Doug McCrory


Doug McCrory



August 23, 2019

Senators McCrory, Anwar Pledge Support for Kimberly Hall South Residents After Threat of Closure

Senate Democrats Photo

State Senators Saud Anwar and Doug McCrory meet with residents of Kimberly Hall South Thursday.

WINDSOR, CT – Today, State Senators Saud Anwar (D-South Windsor) and Doug McCrory (D-Hartford) joined officials including State Representatives Jane Garibay (D-Windsor) and Michael Winkler (D-Vernon) in pledging support for Kimberly Hall South.

The nursing home, which provides homes to roughly 100 clients and employs approximately 95 people living in Windsor, Hartford and Bloomfield, is one of nine across the state that is considering closing due to state policy. Advocates for Kimberly Hall South argued Thursday that statistics do not tell the full story and that Kimberly Hall South provides important and vital services for its population.

“Yesterday, there was a storm, and if that storm led to 100 people losing their homes, it would be front-page news in every newspaper,” said Sen. Anwar. “100 people are going to lose their homes at Kimberly Hall South. This should be something we all unite against, making sure we protect homes for the most vulnerable. And if you look at the homes of the individuals who are going to lose their jobs, hundreds more could be impacted. This is a time where everyone needs to stand up to protect them.”

“Listening to the patients here at Kimberly Hall South, it’s quite evident we need to do more than look at numbers on paper,” said Sen. McCrory. “We have to listen to the human stories and human service behind the fact that closing this facility would be more detrimental to our state than good. It’s important for us to have a conversation with those in power to realize we need to revisit this conversation in the future.”

“The loss of Kimberly Hall would be a huge loss to our community, not only in employees and in clients, especially hearing their stories, but their involvement with the community has been huge over the years,” said Rep. Garibay. “This is a good facility, it’s a needed facility, and we need to fight to keep it here.”

“I think it should be clear that none of these convalescent homes are struggling due to quality of care,” said Rep. Winkler. “They are having a problem because their census isn’t what the state wants it to be. I think we should make adjustments for not only what the homes have done in terms of single-person unit rooms and dialysis, but I also think the quality of care should be factored in. At this home, Kimberly Hall, the quality of care is four stars. I don’t think we should close down four-star facilities.”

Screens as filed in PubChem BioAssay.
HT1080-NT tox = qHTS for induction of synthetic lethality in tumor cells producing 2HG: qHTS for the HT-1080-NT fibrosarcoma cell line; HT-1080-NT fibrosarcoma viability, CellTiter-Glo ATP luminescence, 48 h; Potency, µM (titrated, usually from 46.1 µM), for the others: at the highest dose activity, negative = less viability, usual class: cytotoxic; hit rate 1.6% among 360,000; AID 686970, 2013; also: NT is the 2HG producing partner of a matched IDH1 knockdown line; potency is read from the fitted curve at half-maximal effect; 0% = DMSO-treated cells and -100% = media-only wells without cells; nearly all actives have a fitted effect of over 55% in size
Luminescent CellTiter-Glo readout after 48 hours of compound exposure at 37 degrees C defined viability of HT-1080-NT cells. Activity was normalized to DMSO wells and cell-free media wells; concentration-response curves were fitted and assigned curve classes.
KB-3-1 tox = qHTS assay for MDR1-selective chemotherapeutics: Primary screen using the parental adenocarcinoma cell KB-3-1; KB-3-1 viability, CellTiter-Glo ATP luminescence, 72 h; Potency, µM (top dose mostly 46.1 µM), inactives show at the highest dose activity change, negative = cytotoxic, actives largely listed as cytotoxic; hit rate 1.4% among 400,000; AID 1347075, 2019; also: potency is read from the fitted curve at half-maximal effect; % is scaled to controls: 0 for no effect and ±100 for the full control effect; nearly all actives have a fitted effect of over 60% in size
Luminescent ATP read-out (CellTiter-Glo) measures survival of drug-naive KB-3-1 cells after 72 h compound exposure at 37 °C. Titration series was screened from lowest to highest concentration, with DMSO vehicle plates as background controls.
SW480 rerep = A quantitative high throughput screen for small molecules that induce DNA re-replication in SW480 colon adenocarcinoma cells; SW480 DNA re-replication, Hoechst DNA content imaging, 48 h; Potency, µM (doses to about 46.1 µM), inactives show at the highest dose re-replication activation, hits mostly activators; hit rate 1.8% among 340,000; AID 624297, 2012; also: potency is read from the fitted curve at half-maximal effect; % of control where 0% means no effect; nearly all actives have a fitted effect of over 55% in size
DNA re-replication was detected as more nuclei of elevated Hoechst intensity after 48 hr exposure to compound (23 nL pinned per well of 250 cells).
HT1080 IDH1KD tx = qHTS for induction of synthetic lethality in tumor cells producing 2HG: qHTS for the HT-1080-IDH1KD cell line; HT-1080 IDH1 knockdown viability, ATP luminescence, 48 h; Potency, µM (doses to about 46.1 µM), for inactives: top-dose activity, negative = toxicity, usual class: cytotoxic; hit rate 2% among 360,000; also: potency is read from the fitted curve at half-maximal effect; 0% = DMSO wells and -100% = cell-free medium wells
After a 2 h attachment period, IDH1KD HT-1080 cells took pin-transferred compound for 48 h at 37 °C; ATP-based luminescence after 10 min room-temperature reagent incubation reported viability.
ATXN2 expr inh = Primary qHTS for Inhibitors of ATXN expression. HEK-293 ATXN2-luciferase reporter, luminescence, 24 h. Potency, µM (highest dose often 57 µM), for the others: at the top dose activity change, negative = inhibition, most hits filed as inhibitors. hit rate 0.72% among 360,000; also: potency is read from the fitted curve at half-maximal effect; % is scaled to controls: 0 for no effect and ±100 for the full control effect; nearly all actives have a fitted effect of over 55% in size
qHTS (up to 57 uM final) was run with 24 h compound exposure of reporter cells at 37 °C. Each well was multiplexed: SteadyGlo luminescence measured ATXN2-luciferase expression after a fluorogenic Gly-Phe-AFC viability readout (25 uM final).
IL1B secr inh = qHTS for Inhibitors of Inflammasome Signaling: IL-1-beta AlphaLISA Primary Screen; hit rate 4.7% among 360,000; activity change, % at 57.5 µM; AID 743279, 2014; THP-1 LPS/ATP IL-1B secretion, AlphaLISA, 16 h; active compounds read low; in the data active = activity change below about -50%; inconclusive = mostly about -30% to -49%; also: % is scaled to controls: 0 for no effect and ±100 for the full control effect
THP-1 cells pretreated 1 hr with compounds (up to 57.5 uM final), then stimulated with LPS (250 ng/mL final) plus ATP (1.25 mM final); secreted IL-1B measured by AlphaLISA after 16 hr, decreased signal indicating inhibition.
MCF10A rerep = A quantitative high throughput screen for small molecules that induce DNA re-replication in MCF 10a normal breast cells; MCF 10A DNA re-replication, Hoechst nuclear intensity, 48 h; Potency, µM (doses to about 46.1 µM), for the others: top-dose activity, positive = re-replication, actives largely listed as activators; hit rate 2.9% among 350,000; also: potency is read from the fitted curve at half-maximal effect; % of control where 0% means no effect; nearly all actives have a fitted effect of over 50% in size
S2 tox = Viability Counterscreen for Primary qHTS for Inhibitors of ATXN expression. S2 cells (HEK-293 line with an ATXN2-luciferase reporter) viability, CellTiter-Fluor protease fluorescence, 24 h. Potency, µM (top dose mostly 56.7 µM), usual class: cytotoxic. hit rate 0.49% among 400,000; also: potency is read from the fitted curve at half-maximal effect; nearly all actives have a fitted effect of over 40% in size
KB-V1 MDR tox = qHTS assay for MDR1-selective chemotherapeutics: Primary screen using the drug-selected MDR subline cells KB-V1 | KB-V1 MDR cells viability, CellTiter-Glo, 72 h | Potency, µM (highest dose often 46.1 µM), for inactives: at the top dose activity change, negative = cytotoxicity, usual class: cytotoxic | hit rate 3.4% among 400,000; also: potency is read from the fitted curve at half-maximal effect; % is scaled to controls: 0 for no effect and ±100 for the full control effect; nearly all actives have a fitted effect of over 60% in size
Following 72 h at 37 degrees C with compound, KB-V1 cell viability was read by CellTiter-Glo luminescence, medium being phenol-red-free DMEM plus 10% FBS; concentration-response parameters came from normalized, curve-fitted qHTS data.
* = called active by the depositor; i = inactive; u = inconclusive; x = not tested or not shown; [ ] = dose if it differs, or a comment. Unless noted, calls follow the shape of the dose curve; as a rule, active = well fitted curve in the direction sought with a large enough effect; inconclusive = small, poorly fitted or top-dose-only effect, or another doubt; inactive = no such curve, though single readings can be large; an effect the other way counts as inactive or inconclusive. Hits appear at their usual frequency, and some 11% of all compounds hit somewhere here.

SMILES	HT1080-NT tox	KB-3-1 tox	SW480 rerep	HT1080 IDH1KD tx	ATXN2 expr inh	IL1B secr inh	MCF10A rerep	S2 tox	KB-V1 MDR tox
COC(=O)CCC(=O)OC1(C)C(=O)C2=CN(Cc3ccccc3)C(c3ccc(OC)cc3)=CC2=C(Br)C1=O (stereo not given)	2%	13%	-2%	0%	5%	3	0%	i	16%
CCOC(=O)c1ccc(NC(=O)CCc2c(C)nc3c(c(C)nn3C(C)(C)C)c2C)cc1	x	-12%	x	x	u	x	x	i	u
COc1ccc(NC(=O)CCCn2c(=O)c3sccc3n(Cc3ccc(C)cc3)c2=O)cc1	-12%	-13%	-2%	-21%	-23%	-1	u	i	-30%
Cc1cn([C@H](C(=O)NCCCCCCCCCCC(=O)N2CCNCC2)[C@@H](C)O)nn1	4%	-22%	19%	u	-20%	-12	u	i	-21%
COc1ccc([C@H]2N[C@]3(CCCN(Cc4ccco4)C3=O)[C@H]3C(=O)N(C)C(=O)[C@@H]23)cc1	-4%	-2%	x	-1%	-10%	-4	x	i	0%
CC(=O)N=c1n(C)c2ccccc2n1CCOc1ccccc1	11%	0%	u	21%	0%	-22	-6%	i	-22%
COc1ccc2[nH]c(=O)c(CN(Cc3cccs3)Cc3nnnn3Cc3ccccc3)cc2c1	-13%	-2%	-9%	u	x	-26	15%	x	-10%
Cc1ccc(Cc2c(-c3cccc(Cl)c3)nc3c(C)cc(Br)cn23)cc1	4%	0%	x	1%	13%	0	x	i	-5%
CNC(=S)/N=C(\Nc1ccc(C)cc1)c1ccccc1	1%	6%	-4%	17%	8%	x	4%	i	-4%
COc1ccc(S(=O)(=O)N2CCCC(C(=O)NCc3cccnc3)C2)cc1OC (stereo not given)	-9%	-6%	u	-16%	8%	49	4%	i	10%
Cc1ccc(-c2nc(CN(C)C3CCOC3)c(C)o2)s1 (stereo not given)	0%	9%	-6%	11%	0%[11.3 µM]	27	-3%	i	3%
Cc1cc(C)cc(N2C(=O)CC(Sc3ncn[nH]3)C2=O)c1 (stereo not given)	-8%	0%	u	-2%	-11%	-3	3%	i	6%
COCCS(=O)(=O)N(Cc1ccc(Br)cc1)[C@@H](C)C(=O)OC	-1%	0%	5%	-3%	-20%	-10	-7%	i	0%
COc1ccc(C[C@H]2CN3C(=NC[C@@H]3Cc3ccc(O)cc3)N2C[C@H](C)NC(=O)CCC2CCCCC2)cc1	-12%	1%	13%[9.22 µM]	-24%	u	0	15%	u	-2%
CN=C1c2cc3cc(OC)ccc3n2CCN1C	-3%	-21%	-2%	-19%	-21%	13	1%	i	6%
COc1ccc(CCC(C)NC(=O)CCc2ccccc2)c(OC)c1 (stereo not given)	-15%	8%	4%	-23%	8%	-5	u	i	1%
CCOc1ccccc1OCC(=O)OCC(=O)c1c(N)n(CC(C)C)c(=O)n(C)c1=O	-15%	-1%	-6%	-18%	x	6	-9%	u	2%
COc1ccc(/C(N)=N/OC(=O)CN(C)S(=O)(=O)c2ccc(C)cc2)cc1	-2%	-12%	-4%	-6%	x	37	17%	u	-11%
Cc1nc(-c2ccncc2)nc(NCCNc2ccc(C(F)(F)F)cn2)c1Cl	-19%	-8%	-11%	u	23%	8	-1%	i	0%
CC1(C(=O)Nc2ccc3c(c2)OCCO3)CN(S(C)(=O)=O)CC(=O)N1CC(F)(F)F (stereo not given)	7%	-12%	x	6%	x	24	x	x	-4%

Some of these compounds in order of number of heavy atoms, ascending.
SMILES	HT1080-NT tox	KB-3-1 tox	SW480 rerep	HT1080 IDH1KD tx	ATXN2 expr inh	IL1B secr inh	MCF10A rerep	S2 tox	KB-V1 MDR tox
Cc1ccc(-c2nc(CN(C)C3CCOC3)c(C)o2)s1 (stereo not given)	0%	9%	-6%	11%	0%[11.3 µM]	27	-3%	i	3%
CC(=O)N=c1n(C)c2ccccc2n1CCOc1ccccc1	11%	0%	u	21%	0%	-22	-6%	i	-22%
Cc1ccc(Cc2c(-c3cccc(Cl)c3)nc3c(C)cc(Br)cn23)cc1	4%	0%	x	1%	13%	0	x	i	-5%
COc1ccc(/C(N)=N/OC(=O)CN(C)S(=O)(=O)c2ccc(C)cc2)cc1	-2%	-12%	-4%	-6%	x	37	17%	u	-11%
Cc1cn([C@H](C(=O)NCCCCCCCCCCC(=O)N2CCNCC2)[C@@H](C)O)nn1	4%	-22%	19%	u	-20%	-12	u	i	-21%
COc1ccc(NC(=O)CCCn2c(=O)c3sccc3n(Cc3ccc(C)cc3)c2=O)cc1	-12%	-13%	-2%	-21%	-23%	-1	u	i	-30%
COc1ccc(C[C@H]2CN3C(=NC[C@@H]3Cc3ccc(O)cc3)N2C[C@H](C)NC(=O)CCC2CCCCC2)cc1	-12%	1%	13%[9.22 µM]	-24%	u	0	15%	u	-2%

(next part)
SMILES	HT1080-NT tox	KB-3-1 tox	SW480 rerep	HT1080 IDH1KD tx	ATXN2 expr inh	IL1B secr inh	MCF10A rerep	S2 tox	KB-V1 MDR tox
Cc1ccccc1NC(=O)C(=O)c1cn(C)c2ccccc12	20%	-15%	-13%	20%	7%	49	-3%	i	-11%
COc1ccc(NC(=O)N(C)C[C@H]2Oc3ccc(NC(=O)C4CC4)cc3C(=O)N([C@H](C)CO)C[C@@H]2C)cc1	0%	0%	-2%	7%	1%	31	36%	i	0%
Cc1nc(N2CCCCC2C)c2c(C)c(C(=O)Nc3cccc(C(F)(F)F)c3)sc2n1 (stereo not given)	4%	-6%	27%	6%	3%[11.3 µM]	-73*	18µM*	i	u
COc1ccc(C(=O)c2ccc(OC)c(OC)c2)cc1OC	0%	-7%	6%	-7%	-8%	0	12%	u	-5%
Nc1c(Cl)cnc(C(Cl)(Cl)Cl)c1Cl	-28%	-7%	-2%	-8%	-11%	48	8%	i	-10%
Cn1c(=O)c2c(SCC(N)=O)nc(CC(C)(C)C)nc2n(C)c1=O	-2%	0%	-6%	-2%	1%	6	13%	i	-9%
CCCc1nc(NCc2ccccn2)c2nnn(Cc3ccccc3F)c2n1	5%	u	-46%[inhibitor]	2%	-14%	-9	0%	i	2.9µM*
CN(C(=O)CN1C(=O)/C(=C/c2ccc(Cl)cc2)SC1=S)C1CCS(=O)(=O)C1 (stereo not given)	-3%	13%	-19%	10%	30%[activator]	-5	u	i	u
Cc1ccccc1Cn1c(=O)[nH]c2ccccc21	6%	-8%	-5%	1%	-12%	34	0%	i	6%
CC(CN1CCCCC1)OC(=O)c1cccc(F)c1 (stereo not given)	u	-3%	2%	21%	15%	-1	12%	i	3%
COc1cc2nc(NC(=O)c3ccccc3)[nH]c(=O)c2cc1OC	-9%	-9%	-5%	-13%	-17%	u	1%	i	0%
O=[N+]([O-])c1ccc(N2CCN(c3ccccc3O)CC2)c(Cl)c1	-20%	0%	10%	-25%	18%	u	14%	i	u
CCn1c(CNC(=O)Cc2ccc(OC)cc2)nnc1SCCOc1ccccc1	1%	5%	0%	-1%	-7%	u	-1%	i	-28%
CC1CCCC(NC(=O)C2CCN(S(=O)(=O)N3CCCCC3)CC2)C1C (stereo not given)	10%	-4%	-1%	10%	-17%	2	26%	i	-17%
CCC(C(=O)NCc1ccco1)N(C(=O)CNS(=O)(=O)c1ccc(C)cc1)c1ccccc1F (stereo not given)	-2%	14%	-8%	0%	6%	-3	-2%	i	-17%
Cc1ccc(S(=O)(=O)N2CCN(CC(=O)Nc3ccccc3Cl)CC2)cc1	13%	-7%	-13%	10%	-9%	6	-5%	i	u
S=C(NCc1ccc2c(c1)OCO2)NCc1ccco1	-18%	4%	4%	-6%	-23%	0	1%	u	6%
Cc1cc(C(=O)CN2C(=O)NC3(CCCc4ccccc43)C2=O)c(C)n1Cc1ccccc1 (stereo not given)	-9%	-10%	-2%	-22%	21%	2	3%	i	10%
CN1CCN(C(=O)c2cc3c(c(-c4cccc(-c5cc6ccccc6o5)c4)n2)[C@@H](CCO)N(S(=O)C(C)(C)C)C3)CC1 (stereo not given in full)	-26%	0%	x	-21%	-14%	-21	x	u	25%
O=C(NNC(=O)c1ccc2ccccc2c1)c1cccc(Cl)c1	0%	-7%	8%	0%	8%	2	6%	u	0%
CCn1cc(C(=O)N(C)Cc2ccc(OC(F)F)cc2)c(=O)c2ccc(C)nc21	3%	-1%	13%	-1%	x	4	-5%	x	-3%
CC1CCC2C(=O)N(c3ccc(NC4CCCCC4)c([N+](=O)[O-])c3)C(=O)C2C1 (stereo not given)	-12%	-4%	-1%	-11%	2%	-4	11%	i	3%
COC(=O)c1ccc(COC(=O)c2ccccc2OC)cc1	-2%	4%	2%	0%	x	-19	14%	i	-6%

Advocates for Kimberly Hall South argued that the home provides a dialysis center providing both residential and outpatient care, supporting both residents and individuals in the region. This practice also helps save the state hundreds of thousands of dollars because it treats residents on campus, they continued.

Without local care, advocates said, residents would lose the ability to receive localized and dignified care, also noting its specialized care draws residents from across the state. The jobs Kimberly Hall provides in the region supports the local economy, they continued, with many employees being women of color. The jobs provide quality wages and benefits they may not otherwise have access to.

Additionally, residents expressed grave concerns about what would happen if the home did close.

Margaret De Souza, one of the residents, was in tears talking about losing her home, possibly having no place to go and becoming homeless due to this decision. The practice of transferring seniors from homes can lead to relocation stress syndrome, or “transfer trauma,” is known to negatively impact their health. According to a 2018 story in the Journal Inquirer, 17 residents transferred from Blair Manor Nursing Home in 2017 when that facility closed died after leaving the facility, including five who died within two months of being transferred.

Kimberly Hall South has a license for 180 beds but actually has 131. The Department of Social Services rate considers the license rate, not the actual rate; if the actual rate was considered, its occupancy rate would be at 74 percent, not 53.8 percent, well above the state’s stop loss threshold. Its management feels it is being punished in the face of innovation, as it provides dialysis services instead of having empty beds.